Alternatives will be explored as entry points, including uses of local post offices. Brennan suggested there could be “tailored solutions” to cater to certain areas of the mailing industry.

Postmaster General Patrick Donahoe told Post&Parcel: “We will not leave customers high and dry as far as entering business mail. They’ll have the same opportunities – and even better opportunities in some cases if they want to go to a consolidation point, that saves them some transportation costs.”

The notice in today’s Federal Register, which kicked off the current 30-day consultation, warned that “it is possible that Area Distribution Centers would no longer be available for entering mail. Therefore is is possible that the proposal could require a revision to the current service standard for end-to-end Standard Mail… The exact nature of this revision is presently unclear”.


As well as mailers, executives conceded that the network changes would affect every one of the 151,000 USPS workers involved in mail processing activities, with around 35,000 losing their jobs – though “preferably” by attrition according to Brennan.

“Every employee wil be touched by these changes,” she said. “But we’ve already reduced our complement by 250,000 largely by attrition and we have never laid anybody off.”

Ultimately, however, the 35,000 job losses will be just the next step on the way to cutting the current USPS workforce from 559,000 to 425,000 by 2015.

Next steps

After the current consultation, the proposals to amend service standards will be filed with the Postal Regulatory Commission in November – though the Commission’s opinion on the matter will be non-binding. The review itself of 30 million square feet of real estate will take until December or early January at the earliest, with closures to begin February or March 2012.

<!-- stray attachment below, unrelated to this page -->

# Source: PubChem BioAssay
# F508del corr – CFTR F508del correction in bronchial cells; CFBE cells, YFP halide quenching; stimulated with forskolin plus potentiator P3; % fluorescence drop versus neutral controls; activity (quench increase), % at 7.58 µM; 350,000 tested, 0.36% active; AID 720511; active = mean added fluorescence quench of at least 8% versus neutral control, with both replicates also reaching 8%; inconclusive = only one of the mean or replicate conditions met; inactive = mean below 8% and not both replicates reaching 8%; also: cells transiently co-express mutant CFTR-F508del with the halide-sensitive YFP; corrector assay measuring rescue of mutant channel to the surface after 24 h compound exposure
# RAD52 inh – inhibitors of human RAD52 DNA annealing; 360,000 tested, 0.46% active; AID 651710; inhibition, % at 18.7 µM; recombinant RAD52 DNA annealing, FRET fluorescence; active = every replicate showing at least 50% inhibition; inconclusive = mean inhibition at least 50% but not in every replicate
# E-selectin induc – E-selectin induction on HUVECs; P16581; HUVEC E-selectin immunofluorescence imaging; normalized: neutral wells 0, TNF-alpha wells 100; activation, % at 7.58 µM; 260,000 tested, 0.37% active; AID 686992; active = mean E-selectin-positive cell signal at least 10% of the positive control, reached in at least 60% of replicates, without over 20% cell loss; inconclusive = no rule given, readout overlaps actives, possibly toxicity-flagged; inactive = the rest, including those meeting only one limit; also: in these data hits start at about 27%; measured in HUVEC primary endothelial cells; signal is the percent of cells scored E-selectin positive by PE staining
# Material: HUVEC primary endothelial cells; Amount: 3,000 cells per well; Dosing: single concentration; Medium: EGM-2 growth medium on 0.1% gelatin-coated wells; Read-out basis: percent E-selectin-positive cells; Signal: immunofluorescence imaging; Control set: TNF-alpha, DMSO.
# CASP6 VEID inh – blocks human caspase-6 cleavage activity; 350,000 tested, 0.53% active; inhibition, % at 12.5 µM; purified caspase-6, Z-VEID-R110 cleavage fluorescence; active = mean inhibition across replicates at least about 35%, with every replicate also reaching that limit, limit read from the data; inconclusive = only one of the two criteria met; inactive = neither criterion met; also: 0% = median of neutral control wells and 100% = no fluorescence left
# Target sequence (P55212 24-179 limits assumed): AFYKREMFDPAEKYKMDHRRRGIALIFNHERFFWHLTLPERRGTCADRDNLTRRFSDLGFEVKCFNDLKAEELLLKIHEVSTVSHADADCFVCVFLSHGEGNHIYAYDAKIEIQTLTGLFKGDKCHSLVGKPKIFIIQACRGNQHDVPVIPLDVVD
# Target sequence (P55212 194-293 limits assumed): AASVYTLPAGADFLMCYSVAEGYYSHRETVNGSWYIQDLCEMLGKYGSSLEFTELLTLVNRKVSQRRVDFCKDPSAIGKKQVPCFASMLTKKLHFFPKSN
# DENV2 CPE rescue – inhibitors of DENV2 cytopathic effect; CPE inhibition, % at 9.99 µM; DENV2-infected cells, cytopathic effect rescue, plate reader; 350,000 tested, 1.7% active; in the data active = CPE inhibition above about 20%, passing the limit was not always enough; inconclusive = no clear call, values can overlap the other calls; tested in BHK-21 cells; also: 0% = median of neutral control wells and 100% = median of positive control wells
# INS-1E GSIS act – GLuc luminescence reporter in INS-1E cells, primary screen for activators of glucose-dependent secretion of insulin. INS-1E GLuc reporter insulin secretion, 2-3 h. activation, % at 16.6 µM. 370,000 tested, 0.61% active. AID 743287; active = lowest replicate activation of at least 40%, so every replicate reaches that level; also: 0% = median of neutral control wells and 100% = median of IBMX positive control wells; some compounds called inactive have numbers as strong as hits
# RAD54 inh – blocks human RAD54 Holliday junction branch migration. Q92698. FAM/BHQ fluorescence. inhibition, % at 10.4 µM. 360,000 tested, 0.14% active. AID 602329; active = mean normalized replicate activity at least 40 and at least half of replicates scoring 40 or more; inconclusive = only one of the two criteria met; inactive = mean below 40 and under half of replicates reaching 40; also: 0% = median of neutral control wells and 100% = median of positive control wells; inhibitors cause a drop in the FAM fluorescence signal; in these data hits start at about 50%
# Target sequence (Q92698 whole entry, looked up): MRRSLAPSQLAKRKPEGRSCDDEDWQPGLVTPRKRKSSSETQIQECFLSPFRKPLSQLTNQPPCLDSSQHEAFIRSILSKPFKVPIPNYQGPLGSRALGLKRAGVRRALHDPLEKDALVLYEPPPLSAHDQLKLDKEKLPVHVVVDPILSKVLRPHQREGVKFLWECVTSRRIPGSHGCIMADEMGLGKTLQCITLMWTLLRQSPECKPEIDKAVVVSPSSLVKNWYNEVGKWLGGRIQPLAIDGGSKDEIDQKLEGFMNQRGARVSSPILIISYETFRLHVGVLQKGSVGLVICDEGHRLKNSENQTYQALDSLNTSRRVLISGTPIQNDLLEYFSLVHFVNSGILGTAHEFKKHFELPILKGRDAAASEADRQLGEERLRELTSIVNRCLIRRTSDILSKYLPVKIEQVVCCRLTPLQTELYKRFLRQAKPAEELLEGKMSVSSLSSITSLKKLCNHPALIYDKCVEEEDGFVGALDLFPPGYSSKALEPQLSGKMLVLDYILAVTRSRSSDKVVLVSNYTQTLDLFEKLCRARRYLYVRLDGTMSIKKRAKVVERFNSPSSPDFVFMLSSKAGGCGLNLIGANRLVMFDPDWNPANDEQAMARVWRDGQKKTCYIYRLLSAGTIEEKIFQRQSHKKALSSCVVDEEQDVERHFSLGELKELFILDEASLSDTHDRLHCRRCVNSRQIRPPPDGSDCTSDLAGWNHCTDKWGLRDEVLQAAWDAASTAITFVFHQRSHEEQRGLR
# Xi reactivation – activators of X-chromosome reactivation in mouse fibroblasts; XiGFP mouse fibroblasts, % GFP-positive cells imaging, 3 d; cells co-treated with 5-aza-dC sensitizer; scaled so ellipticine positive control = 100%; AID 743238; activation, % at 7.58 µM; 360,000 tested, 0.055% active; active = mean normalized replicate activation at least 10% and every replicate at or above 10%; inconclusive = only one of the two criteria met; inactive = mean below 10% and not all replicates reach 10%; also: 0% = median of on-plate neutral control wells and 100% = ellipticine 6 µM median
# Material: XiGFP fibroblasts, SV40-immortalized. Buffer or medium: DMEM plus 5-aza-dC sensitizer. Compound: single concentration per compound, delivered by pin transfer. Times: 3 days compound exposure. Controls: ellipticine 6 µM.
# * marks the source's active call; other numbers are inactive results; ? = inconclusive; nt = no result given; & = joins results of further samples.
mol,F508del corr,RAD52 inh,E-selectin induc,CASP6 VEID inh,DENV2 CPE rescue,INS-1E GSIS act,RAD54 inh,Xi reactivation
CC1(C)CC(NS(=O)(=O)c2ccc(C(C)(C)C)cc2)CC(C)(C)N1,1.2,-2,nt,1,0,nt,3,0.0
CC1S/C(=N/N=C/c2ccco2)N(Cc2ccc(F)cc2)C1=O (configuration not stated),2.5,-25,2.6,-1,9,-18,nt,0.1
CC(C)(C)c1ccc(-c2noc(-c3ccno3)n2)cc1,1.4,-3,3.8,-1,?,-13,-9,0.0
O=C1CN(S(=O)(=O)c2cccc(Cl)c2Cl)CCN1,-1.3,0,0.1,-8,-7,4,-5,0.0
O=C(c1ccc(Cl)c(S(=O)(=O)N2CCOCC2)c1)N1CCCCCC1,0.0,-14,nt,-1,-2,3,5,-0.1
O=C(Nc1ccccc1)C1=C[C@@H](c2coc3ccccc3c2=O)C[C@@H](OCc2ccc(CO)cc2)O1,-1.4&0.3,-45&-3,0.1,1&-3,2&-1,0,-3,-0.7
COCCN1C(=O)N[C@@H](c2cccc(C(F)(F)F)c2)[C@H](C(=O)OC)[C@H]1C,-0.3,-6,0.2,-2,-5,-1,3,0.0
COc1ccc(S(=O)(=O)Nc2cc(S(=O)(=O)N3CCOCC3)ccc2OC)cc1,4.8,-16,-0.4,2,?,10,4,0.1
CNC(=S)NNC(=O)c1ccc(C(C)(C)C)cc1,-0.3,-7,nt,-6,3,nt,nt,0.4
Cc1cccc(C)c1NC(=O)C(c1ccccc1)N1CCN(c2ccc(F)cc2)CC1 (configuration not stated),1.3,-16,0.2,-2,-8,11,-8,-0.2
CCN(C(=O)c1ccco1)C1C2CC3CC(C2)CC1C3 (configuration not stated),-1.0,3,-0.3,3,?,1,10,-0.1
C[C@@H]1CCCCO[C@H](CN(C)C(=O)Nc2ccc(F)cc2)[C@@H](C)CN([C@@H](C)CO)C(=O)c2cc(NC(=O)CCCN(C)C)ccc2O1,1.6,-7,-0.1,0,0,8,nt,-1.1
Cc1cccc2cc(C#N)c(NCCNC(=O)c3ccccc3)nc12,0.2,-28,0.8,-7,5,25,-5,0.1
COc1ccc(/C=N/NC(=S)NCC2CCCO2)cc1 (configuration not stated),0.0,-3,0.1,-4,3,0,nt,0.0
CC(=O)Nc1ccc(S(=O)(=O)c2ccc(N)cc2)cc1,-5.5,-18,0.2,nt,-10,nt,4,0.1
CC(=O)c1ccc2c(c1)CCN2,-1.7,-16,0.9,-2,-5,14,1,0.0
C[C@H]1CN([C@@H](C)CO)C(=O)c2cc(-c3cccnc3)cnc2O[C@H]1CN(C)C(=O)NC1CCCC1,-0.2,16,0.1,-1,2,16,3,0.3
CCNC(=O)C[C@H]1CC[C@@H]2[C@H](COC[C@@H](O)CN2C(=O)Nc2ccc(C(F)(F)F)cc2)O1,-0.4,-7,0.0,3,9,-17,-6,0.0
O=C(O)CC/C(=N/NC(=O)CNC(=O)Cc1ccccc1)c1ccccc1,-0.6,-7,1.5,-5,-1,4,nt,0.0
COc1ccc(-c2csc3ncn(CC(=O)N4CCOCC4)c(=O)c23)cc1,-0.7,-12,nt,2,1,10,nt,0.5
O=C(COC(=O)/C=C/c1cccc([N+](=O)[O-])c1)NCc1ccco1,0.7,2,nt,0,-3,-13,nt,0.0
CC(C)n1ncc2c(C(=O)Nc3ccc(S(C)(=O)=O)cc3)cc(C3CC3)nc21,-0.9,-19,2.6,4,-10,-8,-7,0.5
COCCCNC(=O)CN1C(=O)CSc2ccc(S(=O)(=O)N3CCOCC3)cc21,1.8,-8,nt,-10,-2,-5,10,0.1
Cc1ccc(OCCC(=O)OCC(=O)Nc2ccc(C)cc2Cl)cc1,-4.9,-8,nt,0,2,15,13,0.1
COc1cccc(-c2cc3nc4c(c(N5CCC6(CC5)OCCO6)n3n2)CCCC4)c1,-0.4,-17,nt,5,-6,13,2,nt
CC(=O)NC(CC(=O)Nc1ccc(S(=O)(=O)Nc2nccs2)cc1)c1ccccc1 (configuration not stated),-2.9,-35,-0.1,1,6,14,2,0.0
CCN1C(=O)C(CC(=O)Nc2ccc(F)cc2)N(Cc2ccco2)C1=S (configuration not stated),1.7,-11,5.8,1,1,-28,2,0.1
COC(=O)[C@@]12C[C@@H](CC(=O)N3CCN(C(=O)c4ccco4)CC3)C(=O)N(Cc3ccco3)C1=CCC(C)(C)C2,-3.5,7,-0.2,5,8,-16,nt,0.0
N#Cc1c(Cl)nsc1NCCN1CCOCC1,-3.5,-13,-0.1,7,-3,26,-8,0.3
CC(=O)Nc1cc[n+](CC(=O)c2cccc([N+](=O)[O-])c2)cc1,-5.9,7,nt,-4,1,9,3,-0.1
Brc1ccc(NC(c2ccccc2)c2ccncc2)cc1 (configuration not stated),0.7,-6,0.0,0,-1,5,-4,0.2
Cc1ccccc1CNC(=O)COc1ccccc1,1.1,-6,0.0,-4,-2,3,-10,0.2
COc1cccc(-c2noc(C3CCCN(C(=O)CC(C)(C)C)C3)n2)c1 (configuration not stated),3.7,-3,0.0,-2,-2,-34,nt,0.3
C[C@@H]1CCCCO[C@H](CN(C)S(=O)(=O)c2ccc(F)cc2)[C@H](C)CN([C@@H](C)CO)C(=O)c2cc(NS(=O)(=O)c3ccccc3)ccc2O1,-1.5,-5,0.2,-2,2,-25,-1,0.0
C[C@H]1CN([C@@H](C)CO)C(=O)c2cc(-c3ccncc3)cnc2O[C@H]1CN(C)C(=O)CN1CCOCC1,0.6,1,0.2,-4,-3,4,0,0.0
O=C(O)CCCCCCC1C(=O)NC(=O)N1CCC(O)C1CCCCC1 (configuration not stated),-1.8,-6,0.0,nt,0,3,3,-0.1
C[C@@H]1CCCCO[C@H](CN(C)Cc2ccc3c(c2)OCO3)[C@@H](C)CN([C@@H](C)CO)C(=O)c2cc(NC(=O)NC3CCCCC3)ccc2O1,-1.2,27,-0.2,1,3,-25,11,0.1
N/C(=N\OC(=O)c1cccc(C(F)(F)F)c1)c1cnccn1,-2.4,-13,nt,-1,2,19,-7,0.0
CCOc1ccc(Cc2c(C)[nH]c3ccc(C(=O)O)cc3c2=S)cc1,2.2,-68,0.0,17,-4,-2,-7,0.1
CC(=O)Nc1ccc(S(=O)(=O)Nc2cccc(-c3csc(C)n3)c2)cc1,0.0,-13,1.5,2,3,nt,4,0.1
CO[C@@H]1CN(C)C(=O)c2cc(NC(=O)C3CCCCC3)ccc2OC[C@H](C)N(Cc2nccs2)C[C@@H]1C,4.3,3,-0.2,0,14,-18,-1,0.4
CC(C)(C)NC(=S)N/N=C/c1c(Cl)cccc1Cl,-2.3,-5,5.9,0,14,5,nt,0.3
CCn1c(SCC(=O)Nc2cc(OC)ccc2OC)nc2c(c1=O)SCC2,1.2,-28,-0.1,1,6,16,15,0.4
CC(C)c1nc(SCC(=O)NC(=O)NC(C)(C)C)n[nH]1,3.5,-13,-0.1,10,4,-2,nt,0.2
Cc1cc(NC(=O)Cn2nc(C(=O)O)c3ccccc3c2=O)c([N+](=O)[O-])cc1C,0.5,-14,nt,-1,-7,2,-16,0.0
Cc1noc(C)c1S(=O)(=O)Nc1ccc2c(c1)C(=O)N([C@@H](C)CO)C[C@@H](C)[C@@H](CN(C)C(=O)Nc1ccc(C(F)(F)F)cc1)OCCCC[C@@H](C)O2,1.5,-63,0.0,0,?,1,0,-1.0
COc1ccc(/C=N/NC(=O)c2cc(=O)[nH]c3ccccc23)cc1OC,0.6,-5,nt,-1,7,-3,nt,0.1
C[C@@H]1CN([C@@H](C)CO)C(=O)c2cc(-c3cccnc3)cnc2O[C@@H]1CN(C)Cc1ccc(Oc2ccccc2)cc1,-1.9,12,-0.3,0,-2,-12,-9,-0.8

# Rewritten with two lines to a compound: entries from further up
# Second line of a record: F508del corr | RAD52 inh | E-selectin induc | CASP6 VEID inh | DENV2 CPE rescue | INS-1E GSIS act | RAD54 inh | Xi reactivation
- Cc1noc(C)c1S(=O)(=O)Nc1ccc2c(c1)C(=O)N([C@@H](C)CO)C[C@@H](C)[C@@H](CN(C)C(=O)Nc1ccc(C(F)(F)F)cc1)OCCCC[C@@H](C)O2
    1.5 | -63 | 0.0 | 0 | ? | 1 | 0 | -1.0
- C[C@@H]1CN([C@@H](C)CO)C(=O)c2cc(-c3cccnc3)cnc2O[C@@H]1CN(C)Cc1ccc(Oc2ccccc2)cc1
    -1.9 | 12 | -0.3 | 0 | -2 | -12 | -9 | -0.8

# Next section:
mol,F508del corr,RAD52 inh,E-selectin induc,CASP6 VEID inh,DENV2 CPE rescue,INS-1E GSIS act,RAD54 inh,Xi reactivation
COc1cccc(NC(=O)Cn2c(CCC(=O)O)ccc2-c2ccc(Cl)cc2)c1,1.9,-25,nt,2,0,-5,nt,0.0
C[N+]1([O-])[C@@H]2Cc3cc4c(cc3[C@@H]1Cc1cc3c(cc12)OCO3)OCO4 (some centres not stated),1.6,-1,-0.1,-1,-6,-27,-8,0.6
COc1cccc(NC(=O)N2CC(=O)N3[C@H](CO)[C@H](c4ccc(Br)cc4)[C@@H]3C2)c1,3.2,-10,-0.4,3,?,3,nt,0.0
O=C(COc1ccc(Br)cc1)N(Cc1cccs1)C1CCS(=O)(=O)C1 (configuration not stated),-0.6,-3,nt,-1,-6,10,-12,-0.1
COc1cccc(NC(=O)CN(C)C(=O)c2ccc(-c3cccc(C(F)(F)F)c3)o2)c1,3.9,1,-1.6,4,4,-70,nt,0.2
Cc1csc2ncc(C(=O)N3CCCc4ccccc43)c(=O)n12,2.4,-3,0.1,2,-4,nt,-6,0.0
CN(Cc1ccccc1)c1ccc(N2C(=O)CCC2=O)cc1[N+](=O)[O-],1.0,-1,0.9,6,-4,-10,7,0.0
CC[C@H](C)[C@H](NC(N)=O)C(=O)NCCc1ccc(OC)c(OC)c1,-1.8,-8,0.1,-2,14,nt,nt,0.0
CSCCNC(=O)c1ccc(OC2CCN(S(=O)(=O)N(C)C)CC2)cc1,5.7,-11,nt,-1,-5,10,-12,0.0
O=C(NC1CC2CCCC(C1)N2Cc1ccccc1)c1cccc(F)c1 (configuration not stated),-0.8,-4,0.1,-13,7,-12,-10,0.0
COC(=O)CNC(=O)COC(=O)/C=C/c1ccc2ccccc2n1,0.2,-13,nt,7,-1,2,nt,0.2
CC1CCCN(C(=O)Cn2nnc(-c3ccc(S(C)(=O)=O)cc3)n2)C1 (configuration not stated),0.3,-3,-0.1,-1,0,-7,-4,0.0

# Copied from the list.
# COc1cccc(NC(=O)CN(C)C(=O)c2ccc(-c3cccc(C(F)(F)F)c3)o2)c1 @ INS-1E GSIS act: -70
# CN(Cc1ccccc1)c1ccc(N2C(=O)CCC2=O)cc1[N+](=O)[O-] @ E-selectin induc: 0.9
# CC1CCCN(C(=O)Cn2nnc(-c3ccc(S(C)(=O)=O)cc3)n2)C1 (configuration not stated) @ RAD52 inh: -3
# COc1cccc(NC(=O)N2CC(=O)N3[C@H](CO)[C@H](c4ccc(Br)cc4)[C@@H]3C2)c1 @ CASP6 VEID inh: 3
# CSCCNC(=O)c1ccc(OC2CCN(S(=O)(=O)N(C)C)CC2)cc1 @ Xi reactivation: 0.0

The USPS is hoping the process – and all the transfers of equipment into consolidated plants – will be complete within two years.

The USPS network optimization effort also includes separate plans to slim down delivery and retail networks, and comes as part of a three-pronged effort to cut $20bn in operating costs out of the system by 2015.

The other two prongs will need Congress and the postal unions to play ball. Congress will have to pass reform legislation to cut future retiree benefits pre-funding and allow a move to five-day a week delivery. The unions will have to agree to changes in the workforce, such as an increased use of part-time workers who can be sent home when not needed.

Meanwhile, the Postal Service looks likely to be allowed 90 days extra time to pay it’s government bills this fall, which will give it some “breathing space”, as it reaches its $15bn legal limit on government borrowing in the next few weeks, to wait for the required changes to come into being.

Donahoe said this morning: “I think that it will come together – I think we will see a comprehensive bill by the end of the year wih that 90-day extension.”